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Posted: 6/8/2009

This summer, four students from the Johns Hopkins University School of Nursing (JHUSON) will participate in research training abroad through the Minority Health and Health Disparities International Research Training (MHIRT) program.  With funding from the National Institutes of Health (NIH), the MHIRT program provides learning opportunities for top-notch students from populations that experience health disparities, economic disadvantage, or under representation in health research career fields.

"It's wonderful to see Hopkins faculty, foreign faculty, administrators, and students from across the country working together to move global research forward," says Dr. Fannie Gaston-Johansson, professor and Elsie M. Lawler Endowed Chair in Research at the School of Nursing.  Gaston-Johansson is the principal investigator for the Global Health Promotion Research Program funded through the MHIRT award.  "This is the MHIRT program's 10th year, and its success is due to our outstanding international team."

Ten students from universities such as Hopkins, Brown, Winston Salem, and North Carolina A&T were chosen for the 2009 program. This year's selected students from JHUSON are:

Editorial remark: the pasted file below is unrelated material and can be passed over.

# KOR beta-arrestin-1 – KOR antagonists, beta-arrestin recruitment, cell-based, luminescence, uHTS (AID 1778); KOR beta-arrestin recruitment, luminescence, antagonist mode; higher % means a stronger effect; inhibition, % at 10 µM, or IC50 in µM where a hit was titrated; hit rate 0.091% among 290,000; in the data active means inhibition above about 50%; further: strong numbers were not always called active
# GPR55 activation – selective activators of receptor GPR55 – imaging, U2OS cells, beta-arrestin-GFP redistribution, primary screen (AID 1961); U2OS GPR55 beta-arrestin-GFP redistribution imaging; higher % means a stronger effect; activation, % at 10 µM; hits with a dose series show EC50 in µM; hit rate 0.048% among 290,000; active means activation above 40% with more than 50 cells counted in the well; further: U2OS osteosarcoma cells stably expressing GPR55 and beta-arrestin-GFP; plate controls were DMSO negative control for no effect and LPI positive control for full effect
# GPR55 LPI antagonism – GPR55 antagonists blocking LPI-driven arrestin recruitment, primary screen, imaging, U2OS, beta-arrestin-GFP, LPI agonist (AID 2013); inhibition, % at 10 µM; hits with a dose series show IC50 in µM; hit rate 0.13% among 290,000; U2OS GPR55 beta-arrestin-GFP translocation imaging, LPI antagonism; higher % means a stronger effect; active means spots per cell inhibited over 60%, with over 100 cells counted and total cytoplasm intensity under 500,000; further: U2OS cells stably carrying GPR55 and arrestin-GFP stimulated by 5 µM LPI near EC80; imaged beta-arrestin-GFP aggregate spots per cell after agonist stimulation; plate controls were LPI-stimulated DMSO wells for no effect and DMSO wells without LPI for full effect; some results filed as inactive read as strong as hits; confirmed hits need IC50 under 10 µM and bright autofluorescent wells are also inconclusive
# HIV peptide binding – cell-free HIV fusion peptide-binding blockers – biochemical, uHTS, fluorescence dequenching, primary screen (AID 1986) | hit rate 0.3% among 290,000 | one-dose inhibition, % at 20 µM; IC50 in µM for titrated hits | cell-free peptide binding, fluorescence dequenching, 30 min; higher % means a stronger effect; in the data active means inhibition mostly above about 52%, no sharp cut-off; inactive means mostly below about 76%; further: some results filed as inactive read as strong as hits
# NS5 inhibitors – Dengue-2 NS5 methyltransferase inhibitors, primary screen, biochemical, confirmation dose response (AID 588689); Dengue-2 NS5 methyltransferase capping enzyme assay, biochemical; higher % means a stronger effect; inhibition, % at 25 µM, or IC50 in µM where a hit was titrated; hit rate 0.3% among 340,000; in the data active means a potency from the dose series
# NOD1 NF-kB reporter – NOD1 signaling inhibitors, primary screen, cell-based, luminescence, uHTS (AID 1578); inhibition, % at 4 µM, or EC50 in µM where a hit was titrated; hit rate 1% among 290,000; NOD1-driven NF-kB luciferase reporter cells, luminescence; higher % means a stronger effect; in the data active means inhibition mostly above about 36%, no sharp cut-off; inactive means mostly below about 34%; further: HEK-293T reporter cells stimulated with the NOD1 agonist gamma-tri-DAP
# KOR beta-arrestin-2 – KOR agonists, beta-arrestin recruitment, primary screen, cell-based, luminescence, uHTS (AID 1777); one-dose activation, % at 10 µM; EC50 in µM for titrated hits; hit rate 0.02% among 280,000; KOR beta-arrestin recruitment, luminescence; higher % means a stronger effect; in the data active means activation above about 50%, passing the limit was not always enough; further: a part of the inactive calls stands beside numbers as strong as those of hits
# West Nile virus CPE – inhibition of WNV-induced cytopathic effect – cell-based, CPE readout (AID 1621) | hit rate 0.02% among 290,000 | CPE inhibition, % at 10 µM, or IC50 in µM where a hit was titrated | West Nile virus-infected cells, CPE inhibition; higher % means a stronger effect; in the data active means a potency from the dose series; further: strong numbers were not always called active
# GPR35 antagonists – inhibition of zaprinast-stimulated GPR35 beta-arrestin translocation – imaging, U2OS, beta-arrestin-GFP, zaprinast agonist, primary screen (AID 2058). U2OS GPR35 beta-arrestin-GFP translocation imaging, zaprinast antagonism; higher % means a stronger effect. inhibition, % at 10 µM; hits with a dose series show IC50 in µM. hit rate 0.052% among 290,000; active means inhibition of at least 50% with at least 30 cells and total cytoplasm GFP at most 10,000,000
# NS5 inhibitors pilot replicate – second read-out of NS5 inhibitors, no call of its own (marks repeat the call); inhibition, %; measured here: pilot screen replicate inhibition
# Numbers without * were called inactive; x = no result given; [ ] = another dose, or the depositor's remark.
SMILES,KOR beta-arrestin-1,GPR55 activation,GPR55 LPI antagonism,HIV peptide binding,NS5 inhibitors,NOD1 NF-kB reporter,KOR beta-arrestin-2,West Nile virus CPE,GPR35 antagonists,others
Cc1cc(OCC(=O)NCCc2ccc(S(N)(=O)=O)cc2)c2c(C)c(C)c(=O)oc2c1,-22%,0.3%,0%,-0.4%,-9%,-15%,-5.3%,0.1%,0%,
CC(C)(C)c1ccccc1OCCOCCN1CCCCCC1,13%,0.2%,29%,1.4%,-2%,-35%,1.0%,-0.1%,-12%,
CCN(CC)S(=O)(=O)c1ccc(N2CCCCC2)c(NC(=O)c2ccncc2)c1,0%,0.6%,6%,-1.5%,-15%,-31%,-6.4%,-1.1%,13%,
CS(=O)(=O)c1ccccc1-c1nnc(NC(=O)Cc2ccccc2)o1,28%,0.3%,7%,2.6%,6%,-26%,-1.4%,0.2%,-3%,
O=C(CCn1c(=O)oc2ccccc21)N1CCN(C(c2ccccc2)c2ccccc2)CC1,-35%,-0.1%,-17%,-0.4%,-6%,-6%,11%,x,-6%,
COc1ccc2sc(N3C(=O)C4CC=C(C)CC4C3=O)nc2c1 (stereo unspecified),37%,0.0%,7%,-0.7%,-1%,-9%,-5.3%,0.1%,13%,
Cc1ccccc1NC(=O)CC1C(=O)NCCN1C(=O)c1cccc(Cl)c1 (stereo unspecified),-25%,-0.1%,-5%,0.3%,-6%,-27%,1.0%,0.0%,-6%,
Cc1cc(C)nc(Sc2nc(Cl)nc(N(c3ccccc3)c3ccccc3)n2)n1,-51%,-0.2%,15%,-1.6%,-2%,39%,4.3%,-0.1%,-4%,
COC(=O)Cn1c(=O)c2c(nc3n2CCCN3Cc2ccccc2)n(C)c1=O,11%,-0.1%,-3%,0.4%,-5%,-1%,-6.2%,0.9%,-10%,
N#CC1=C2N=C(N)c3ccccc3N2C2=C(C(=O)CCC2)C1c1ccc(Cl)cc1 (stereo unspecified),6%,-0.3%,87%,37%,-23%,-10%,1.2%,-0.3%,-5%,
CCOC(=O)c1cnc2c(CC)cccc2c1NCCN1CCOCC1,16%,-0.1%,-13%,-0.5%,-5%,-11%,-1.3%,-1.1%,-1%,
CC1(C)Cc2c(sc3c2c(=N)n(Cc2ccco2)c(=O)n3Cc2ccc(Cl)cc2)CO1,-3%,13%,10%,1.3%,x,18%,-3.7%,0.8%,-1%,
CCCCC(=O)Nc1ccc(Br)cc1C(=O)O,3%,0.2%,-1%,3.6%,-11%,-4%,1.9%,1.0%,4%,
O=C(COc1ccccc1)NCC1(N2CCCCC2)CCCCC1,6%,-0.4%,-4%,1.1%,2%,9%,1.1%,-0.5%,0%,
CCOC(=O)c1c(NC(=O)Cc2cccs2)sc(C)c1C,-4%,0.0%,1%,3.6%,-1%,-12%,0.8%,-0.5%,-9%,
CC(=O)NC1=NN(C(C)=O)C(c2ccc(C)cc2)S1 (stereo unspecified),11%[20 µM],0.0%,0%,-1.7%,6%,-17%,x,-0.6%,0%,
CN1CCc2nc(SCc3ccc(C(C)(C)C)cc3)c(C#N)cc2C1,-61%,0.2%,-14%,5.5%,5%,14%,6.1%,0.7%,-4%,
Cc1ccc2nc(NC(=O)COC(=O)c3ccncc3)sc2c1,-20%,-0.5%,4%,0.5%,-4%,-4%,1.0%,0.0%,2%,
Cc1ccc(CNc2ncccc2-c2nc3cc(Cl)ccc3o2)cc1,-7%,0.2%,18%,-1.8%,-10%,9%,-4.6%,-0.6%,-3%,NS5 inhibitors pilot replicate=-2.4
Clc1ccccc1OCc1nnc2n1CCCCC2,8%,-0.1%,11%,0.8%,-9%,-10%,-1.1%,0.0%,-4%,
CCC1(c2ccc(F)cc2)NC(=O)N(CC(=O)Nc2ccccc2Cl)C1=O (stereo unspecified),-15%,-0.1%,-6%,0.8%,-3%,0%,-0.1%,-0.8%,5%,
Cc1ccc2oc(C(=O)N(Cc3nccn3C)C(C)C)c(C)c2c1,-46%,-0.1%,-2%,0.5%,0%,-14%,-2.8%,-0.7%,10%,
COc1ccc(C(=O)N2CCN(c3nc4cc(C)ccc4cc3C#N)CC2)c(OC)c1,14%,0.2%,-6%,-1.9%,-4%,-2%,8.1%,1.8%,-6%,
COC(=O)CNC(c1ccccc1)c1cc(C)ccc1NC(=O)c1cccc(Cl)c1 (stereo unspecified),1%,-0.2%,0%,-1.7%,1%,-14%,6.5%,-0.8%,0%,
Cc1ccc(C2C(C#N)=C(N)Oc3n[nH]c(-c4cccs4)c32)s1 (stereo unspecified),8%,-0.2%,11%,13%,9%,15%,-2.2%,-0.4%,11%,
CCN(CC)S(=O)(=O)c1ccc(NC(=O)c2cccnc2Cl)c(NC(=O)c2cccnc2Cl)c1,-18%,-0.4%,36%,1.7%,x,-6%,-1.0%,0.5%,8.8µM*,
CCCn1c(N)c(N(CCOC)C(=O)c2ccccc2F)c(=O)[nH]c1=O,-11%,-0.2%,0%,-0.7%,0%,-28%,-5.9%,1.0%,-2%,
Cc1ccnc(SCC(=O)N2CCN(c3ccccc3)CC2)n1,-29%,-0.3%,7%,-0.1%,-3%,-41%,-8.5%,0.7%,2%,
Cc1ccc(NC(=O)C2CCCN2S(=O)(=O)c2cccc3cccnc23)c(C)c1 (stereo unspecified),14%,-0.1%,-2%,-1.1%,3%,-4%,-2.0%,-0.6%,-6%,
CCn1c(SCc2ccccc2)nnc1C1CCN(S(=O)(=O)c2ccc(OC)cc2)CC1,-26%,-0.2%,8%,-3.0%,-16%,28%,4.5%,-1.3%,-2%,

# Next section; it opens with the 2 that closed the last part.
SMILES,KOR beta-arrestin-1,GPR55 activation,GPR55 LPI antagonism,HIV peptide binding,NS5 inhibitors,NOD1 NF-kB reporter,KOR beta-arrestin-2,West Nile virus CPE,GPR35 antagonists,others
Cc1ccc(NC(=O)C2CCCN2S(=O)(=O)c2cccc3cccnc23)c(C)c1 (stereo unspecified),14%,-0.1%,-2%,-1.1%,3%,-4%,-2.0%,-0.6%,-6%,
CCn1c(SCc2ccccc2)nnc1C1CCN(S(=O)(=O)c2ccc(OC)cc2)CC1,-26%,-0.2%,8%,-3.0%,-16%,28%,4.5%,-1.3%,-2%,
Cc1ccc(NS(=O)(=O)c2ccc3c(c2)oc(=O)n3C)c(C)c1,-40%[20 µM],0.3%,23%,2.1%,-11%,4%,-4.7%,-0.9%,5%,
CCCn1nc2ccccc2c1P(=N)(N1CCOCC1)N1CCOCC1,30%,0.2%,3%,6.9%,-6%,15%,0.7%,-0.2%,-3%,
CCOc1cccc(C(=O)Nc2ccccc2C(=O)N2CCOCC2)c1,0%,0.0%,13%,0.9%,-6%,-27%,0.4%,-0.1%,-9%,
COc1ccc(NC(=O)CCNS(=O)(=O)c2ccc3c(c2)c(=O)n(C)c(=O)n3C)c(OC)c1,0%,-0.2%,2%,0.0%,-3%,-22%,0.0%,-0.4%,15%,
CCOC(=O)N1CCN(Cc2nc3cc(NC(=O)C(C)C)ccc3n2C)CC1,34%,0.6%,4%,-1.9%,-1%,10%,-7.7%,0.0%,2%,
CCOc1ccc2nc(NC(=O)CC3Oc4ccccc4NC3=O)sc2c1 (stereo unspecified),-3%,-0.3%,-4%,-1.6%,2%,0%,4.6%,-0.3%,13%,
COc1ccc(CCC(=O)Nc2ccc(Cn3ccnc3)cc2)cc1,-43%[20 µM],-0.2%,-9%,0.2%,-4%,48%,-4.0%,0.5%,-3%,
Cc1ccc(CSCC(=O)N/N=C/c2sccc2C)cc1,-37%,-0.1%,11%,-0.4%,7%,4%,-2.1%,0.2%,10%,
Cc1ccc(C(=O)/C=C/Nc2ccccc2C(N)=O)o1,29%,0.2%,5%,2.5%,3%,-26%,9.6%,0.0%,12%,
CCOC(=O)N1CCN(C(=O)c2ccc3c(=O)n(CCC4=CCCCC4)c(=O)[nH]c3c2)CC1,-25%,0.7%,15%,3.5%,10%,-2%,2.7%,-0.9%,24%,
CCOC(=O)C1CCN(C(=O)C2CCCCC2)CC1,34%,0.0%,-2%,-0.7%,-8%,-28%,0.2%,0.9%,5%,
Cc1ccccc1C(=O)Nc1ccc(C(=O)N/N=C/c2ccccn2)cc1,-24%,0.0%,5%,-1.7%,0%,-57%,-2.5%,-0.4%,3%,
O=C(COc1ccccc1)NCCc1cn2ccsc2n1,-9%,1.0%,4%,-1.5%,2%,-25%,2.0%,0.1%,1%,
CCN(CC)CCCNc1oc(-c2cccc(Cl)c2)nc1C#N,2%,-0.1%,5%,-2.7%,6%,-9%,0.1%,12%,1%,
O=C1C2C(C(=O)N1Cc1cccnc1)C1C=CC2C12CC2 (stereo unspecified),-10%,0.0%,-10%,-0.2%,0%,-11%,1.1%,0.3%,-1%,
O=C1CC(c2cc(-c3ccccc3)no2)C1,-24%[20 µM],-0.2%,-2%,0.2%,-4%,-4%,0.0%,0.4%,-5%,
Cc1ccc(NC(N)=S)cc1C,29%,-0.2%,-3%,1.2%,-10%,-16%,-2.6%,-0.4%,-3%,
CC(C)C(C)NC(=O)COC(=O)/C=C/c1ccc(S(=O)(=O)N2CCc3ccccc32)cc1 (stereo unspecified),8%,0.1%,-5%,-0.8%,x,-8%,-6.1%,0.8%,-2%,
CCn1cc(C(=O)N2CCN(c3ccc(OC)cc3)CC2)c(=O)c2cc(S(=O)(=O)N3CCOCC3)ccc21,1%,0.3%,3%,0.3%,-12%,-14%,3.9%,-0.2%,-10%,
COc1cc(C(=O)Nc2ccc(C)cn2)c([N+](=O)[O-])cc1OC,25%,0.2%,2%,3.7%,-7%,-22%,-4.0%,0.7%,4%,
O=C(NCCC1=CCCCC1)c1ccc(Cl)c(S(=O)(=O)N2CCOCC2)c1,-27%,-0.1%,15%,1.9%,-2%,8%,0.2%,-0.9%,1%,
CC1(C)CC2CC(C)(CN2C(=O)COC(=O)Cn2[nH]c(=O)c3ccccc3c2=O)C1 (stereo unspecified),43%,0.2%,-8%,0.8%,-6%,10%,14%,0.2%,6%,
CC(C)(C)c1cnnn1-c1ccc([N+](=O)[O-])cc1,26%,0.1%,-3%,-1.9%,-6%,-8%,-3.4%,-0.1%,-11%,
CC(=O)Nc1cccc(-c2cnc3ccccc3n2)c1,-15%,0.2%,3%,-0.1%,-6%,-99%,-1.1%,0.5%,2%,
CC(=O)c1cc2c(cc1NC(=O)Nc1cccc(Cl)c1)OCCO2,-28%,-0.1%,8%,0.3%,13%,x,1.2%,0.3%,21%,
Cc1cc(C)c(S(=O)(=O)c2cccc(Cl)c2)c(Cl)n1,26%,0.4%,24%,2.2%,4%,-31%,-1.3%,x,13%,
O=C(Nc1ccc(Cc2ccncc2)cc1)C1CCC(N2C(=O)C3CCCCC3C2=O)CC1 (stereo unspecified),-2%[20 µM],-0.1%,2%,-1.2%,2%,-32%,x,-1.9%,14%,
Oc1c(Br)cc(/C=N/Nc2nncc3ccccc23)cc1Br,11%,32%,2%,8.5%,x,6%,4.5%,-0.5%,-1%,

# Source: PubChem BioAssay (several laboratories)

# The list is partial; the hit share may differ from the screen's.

Sarah Allgood '09, who will study in Australia the immunological effects of neonatal exposure to stress.  Her JHUSON faculty mentor is Gayle Page, DNSc, RN, FAAN, Professor and Director of the Center for Nursing Research.
Marjohn Rasooly '10 and Dedra Sally '10, who will work together in Durban, South Africa, studying the progression of HIV in South African pregnant women under the mentorship of Phyllis Sharps, PhD, RN, CNE, FAAN, Professor and Chair of the Department of Community Public Health.
Heather Lavender '10, who will conduct research in Pain Assessment & Management while in Sweden.  She will be working closely with MHIRT program director Gaston-Johansson.

Each student will be a member of a research team consisting of the student, a faculty member from JHUSON, and a faculty member from an international collaborating institution.  The students spend three months abroad, receiving training and hands-on experience in literature review, data collection, research methodologies, writing results, and attending and presenting at research conferences. 

Since 2000, 77 undergraduate student trainees, 22 graduate student trainees, seven U.S. faculty members, and 16 foreign faculty members have participated in the program.  International research training activities have been conducted at Tel Aviv University, Israel; University of Manchester, England; University of Newcastle, Australia; Gothenburg University, Sweden; Medical Research Council, Chronic Diseases of Lifestyle Unit, S. Africa; Medical Research Council, Gender & Health Unit, S. Africa; University of KwaZulu Natal School of Nursing, S. Africa; and the Korean Institute for Health & Social Affairs, S. Korea.